A healthy gut for a healthy life

06 Mar 2019

Trillions of tiny microorganisms live on and inside us and could be the single most important factor in determining our health. As research into gut health improves, we are getting a glimpse of just how important the little creatures that make up our microbiome really are. Most of these organisms live in our gastrointestinal tract (the gut) and are the reason behind our interest in gut health. The combination of microbes, their genes, the environment they live in and the stuff they produce, is called the microbiome. We have known about these organisms for a long time, but it is only recently that we are discovering a link between them and our health. There is still a lot we don’t know, but our gut health has been linked to obesity, asthma and allergies, autoimmune disorders, depression, anxiety and stress. A healthy gut microbiome also helps with digestion and to train our immune system to know which are the good microbes and bad pathogens, to prevent disease and illness. 

Everyone’s microbiome is different and is constantly changing, depending on how you were born, what you eat, where you live, what you touch and how old you are. There are between 300-1000 different bacteria strains in your gut, and varying amounts of each. There isn’t a single ideal composition for optimal health, it seems to be as individual as your fingerprints. 

Besides needing somewhere to live, our gut organisms need to be fed. Simple carbohydrates like refined and sugary foods tend to be digested quickly and don’t reach the colon where our gut bacteria live. Fibre rich complex carbohydrates make it down to them where they can ferment and break down these indigestible fibres for us. In doing this, they release nutrients that we can’t make ourselves, like B vitamins.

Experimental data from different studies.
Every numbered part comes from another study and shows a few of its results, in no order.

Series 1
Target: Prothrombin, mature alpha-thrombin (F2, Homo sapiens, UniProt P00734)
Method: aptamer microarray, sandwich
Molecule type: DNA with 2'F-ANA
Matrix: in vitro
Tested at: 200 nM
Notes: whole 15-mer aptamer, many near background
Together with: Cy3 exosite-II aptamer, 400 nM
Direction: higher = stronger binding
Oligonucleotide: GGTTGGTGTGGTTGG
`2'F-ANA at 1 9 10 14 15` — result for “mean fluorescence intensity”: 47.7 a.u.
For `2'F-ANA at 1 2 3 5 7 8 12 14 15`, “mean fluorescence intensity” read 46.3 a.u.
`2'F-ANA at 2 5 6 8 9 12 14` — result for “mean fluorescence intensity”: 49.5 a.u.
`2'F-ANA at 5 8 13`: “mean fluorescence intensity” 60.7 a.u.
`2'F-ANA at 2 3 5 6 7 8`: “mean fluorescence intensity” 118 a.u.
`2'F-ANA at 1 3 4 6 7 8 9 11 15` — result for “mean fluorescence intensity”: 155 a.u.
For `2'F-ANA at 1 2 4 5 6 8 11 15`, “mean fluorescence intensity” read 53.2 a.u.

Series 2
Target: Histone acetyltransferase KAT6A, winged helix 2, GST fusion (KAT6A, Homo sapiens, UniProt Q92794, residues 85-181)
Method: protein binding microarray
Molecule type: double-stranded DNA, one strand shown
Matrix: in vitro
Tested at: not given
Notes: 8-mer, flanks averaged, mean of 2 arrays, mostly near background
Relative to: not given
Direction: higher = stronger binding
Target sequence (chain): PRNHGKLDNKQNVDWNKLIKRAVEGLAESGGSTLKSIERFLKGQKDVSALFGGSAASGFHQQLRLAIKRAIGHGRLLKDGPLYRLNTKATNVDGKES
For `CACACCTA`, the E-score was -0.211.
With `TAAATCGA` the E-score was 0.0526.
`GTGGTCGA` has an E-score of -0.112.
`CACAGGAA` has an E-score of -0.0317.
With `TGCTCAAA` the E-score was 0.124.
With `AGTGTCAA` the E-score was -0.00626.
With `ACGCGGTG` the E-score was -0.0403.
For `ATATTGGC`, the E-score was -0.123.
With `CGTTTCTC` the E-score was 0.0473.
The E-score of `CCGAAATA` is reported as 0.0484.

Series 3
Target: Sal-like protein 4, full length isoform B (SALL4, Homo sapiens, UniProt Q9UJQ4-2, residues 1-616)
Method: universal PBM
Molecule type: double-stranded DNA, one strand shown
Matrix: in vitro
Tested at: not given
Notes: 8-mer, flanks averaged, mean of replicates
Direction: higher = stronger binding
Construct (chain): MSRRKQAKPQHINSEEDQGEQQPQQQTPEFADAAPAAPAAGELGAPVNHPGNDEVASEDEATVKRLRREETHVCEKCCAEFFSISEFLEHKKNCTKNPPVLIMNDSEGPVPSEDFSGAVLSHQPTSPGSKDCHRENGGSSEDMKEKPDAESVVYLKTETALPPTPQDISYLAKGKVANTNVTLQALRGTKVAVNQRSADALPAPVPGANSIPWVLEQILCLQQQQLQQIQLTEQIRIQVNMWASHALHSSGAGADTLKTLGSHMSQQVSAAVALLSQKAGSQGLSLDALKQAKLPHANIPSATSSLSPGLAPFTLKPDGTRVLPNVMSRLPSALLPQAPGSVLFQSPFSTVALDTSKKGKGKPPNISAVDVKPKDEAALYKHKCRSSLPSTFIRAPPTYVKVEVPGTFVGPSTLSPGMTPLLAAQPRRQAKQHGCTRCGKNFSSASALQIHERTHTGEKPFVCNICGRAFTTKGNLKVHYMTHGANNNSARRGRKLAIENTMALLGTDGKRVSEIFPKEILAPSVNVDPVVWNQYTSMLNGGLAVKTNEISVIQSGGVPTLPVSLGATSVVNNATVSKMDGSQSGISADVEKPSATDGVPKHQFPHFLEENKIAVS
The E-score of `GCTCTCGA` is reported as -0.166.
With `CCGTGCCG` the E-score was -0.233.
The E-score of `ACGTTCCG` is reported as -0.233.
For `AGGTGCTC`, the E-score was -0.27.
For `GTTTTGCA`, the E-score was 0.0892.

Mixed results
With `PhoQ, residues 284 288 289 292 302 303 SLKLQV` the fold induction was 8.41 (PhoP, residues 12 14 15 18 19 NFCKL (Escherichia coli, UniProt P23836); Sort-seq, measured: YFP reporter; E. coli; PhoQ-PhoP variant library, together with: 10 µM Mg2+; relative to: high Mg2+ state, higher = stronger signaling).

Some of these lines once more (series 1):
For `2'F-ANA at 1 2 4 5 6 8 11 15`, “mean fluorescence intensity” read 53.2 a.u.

The temptation to take a probiotic supplement is understandable. However, we still don’t know if they are effective. Even if they do survive the journey to the colon and repopulate the colony, it is unlikely that adding a single strain (or 11) is going to make a difference. Some small studies on taking probiotics after antibiotic use has shown that they could even delay the natural normal recovery of your body’s preferred colony. People with Irritable Bowel Syndrome (IBS) may also experience worsening of symptoms by adding in random strains of bacteria to the gut.

While we wait for the research to give us more information about supplements, the best way to improve your gut health is to look after the microbes you already have.

  • Eat a diet high in plant foods and fibre so they have plenty to eat to repopulate. Foods particularly high in prebiotic fibre include cooked and cooled potato, onion, leek, asparagus, wheat bran and bananas.
  • Don’t just stick to these foods though, as diversity in your daily 2 fruit and 5 vegetables has been found to be more important than how much you actually eat. Aim for more than 15-20 different types of plant food each week.
  • Suddenly eating foods that naturally contain probiotics like yoghurt, fermented vegetables and kombucha probably won’t make a difference to your gut health either. But these are healthy foods with their own benefits so it’s worth including them in your diet if you like them, particularly if they’re replacing unhealthy foods like processed snacks and sugary drinks.